Giving Back: Naomi Houminer
For a woman who spent her Israeli Army service performing for the troops as the lead singer in a band, Naomi Houminer is awfully shy about the spotlight.
By her own admission, the philanthropist and activist had “never, never, ever” agreed to be a guest of honor anywhere before accepting NCJW’s invitation to be recognized at its Israel Benefit Luncheon this June. But as a prominent member of US/Israel Women to Women (W2W) who thinks “it’s fantastic that we joined NCJW” last summer, Naomi is willing to do anything she can to spread “the message that we are all one.”
Naomi’s first foray into women’s empowerment as a philanthropist began when she met Mildred Weissman and Virginia Snitow — two of the original forces behind W2W — in the late 1970s. Mildred and Virginia, who were getting letters about battered women in Israel, wanted to send someone
on a fact-finding mission. Naomi, a Sabra who often returns to Israel, seemed like the perfect choice.
“In those days, no one talked about abused women in Israel,” Naomi says. Although she didn’t intend to get involved, once she saw the facilities for abused women in Jerusalem — “a shambles, with the kids all wailing and the toilets outside” — she knew something had to be done. “So we got Teddy Kollek, the mayor of Jerusalem, to help out by giving us a little house. And we started the first shelter for battered women in the city.”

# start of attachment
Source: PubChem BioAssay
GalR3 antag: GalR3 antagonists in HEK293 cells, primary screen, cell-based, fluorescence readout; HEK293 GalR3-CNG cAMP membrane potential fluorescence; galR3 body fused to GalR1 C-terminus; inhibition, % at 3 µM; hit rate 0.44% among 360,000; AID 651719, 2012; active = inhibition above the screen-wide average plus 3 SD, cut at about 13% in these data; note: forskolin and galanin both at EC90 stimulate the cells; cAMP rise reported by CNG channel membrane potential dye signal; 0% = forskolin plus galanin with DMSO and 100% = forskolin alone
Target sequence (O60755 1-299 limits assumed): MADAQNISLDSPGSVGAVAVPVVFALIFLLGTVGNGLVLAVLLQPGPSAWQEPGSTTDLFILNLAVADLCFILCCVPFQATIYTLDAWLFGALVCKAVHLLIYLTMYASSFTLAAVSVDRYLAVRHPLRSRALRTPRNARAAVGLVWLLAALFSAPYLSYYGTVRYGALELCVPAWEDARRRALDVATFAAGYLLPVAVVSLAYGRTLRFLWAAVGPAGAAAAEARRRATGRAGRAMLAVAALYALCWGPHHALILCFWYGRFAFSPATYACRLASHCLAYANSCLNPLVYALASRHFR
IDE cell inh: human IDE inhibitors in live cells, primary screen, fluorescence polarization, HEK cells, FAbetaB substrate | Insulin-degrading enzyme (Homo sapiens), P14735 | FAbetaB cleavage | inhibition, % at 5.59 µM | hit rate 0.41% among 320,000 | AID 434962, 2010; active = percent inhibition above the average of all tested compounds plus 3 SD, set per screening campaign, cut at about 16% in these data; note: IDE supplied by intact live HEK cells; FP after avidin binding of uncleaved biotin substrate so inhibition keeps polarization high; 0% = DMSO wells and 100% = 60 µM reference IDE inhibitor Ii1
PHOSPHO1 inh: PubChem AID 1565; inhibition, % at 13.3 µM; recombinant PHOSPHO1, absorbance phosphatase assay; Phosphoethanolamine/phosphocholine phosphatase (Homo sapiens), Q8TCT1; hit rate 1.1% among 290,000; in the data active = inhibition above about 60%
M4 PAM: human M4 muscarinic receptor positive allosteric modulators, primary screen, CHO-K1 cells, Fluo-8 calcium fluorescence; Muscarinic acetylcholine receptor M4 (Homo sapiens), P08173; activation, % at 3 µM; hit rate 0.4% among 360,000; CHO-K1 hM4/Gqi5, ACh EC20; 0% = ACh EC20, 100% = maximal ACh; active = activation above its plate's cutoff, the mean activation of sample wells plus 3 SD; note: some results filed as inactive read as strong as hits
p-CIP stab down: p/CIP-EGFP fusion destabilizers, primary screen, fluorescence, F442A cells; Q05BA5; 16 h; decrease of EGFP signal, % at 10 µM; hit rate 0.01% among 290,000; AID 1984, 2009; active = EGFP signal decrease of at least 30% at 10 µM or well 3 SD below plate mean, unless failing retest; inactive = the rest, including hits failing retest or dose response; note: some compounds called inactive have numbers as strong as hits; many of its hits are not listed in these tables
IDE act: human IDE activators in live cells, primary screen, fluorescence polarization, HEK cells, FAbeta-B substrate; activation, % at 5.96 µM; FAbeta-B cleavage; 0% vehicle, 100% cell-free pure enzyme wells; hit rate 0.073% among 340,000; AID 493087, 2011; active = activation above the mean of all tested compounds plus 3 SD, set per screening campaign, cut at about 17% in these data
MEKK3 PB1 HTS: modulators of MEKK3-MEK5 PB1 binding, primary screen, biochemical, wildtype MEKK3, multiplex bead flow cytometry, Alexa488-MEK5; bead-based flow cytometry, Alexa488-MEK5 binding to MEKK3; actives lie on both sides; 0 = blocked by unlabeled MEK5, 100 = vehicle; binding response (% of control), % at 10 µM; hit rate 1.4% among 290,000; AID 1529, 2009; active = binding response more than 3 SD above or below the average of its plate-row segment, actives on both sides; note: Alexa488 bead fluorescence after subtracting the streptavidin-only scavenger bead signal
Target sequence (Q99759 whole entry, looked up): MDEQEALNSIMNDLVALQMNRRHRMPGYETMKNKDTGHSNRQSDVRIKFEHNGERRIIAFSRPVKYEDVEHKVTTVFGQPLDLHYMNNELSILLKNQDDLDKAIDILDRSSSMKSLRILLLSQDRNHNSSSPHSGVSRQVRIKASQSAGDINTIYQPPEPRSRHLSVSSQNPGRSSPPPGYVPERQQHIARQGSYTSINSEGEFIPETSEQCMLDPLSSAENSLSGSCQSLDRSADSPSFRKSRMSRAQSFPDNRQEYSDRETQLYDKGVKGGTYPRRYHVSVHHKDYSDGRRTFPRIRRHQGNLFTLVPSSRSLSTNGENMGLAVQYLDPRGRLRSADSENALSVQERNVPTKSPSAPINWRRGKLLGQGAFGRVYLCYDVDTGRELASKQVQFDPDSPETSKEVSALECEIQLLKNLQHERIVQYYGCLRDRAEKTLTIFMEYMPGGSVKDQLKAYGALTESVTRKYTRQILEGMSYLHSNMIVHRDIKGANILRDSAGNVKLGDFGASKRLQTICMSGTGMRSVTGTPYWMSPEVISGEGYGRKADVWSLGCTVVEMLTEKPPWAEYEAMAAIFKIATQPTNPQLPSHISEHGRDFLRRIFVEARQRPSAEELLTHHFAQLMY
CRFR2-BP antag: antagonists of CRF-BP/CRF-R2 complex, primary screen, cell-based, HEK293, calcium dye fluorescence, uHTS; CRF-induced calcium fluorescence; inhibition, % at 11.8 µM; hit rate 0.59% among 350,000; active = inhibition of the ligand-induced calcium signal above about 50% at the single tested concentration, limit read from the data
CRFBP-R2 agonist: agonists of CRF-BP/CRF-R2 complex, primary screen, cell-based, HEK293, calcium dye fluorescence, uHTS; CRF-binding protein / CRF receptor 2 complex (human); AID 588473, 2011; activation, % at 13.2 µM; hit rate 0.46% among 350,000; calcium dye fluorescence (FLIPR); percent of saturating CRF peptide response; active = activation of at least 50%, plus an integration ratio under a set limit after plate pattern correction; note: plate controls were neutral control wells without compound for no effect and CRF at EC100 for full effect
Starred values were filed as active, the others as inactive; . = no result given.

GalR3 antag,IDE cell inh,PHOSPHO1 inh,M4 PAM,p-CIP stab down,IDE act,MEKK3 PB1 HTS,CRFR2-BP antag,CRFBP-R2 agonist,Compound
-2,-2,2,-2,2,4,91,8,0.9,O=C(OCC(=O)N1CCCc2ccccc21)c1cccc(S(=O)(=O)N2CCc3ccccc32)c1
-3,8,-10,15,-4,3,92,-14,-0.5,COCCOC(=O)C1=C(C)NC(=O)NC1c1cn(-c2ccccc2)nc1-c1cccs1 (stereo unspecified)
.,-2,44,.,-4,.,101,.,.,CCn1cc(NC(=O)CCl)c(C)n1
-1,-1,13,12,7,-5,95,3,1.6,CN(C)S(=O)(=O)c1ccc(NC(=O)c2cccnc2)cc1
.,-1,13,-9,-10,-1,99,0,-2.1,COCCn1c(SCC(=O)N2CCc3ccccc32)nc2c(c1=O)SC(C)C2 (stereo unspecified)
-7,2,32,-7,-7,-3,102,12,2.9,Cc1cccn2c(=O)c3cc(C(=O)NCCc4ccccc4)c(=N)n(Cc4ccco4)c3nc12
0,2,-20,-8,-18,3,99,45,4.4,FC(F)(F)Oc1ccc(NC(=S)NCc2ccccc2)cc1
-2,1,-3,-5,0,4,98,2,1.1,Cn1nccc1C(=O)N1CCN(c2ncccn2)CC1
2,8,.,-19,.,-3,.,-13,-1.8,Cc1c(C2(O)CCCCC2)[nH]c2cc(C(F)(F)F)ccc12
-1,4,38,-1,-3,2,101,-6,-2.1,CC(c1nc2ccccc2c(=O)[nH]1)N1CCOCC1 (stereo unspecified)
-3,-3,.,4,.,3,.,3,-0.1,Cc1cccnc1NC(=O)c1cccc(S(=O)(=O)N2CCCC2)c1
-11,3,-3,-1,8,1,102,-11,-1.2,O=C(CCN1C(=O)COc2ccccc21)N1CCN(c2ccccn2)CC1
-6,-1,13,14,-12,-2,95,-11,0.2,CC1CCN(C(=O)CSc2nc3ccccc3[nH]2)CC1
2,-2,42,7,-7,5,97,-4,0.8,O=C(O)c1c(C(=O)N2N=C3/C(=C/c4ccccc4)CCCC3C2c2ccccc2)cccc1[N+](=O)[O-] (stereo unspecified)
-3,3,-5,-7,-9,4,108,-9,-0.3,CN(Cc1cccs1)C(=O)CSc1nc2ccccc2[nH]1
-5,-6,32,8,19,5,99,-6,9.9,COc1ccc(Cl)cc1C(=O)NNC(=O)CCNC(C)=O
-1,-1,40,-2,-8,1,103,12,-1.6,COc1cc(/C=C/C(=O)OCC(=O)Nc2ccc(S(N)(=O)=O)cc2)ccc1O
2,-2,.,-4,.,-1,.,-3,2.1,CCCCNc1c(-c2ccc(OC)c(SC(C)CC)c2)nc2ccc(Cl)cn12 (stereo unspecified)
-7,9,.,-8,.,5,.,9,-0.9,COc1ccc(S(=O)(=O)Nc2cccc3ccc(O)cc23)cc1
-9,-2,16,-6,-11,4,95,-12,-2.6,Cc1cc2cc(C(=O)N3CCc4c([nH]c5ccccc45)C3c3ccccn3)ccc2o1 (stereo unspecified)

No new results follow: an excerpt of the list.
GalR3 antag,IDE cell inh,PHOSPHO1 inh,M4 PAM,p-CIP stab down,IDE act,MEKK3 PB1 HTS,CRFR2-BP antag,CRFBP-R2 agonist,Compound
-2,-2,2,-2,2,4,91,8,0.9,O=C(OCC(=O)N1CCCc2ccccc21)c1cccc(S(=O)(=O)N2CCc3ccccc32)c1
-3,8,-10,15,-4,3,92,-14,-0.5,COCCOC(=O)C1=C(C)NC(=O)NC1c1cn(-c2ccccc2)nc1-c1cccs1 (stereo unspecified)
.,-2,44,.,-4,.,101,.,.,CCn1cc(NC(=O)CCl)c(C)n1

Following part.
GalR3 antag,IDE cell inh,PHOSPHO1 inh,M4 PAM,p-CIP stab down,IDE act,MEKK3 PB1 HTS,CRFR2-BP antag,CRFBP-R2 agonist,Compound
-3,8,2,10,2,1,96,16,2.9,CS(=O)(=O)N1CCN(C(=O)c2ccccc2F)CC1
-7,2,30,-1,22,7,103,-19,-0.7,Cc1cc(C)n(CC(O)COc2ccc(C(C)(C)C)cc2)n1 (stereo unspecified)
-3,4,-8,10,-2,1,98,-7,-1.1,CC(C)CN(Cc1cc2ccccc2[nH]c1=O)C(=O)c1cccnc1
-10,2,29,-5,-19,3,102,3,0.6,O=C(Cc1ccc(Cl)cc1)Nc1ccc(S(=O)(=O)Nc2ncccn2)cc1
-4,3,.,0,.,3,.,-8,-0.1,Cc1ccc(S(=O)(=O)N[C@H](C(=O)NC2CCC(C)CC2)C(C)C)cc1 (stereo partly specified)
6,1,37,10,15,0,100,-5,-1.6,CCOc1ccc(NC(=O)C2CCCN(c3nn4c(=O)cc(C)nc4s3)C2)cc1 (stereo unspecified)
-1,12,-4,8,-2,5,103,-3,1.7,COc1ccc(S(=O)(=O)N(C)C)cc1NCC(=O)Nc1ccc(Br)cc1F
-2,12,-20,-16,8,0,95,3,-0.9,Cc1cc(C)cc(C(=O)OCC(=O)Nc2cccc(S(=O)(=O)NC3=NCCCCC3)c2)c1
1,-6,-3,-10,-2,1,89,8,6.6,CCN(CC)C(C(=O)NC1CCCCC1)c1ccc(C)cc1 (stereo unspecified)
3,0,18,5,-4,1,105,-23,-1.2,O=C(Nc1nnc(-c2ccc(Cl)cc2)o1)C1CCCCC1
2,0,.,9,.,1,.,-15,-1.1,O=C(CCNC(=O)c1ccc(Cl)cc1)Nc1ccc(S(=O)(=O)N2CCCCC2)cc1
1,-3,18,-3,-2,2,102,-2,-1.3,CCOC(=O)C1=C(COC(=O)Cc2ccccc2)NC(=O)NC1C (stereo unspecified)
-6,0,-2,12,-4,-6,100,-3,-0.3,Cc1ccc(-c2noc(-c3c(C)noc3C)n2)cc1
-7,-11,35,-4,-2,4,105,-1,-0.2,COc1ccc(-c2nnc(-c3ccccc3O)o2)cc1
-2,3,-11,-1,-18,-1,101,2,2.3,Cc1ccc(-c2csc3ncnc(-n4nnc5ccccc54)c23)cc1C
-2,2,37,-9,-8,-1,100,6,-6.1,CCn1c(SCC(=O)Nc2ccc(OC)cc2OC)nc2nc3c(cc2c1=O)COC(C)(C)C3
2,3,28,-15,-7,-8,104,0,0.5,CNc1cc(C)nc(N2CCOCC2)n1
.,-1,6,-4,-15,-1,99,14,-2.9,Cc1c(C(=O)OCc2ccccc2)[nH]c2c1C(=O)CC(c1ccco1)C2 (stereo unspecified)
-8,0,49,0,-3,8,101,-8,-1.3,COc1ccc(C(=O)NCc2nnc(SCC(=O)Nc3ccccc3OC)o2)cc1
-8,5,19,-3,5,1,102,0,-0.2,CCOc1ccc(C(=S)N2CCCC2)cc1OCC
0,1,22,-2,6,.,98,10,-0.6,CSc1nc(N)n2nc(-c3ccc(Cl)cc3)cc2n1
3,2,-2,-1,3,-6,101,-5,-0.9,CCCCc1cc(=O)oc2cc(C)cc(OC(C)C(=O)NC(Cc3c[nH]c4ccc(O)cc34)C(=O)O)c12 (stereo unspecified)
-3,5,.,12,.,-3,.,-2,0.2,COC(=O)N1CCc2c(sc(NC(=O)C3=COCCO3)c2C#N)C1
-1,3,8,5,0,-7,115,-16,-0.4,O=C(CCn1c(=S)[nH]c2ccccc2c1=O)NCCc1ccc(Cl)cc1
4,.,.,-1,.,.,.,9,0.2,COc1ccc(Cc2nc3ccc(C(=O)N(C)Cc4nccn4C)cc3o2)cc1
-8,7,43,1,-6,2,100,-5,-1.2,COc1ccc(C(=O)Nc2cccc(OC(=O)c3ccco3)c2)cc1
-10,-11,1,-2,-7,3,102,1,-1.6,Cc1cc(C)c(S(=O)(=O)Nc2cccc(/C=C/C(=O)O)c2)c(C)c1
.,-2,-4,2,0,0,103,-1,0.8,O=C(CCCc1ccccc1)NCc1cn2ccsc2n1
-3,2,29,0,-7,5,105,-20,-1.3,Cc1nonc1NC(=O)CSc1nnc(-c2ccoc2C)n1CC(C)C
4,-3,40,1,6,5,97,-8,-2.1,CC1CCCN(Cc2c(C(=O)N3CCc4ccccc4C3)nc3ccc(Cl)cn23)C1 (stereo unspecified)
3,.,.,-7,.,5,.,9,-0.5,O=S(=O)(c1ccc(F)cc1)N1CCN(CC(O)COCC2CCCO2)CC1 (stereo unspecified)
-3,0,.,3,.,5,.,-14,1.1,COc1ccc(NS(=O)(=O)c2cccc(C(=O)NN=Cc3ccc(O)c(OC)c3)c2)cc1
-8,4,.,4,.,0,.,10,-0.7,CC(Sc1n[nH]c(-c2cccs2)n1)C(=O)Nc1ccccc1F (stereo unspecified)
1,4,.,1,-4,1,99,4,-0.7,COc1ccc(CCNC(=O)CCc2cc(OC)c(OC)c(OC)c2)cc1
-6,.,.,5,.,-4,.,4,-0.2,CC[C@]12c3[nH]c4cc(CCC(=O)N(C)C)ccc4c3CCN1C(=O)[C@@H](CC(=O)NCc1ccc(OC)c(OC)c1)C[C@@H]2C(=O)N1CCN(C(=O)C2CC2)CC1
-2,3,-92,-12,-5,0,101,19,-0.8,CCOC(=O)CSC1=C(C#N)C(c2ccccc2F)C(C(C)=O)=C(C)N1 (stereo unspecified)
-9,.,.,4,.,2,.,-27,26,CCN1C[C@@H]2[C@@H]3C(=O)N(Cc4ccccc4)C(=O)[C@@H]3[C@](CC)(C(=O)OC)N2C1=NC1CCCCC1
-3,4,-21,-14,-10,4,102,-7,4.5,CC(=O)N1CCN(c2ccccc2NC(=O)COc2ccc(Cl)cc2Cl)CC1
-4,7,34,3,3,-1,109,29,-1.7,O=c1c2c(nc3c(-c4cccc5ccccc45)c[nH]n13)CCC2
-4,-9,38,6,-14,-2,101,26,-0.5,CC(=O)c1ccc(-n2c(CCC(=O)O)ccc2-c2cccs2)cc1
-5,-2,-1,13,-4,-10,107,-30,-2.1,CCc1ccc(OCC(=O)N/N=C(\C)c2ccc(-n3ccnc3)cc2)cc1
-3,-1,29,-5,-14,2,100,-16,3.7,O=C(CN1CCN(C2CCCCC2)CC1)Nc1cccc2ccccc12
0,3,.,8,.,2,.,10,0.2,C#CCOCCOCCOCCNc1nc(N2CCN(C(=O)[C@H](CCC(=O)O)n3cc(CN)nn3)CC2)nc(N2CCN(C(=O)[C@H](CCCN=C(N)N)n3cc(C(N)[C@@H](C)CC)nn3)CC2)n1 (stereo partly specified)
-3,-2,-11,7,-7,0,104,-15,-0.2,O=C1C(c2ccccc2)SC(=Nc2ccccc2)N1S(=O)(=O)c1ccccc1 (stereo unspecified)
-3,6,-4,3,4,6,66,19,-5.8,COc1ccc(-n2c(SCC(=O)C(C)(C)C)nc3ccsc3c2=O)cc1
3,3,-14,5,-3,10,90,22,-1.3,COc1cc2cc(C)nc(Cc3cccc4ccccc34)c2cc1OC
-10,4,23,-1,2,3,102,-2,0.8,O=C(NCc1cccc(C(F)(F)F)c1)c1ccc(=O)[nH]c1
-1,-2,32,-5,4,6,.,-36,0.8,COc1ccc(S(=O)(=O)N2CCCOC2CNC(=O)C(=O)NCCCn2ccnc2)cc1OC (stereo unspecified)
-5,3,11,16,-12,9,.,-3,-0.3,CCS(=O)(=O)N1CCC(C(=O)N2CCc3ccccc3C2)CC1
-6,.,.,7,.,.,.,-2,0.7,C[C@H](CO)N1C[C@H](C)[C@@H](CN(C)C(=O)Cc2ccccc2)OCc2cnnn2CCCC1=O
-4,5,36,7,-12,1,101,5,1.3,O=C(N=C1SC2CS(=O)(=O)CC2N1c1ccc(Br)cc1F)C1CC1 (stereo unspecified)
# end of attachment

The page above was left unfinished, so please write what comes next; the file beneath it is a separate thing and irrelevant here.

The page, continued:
Naomi smiles. “So that’s how I got sucked into this, and that’s when I started to think about strategic giving,” she says. “Women’s causes are so important, but they tend not to be wellfunded. And while I think that all charitable giving is wonderful, I wanted something I could really sink my teeth into. For me that means women’s causes and women’s empowerment — for women of all creeds.”
One of Naomi’s great satisfactions is seeing “the light in the eyes of women who had no hope before, and the self-respect they’re learning through the self-empowerment programs that NCJW and W2W fund.” Women that were just leaving abusive situations when she first met them are now leaders in their communities. And they, in turn, are lifting up other women.
Helping others comes naturally to Naomi, but she believes that philanthropy can also be taught: “You can definitely learn it,” she says. “It’s our opportunity with NCJW and W2W — our obligation, really — to make people aware that there is need. And if you do give, it will do something: It will help the next generation. And that is very, very important.”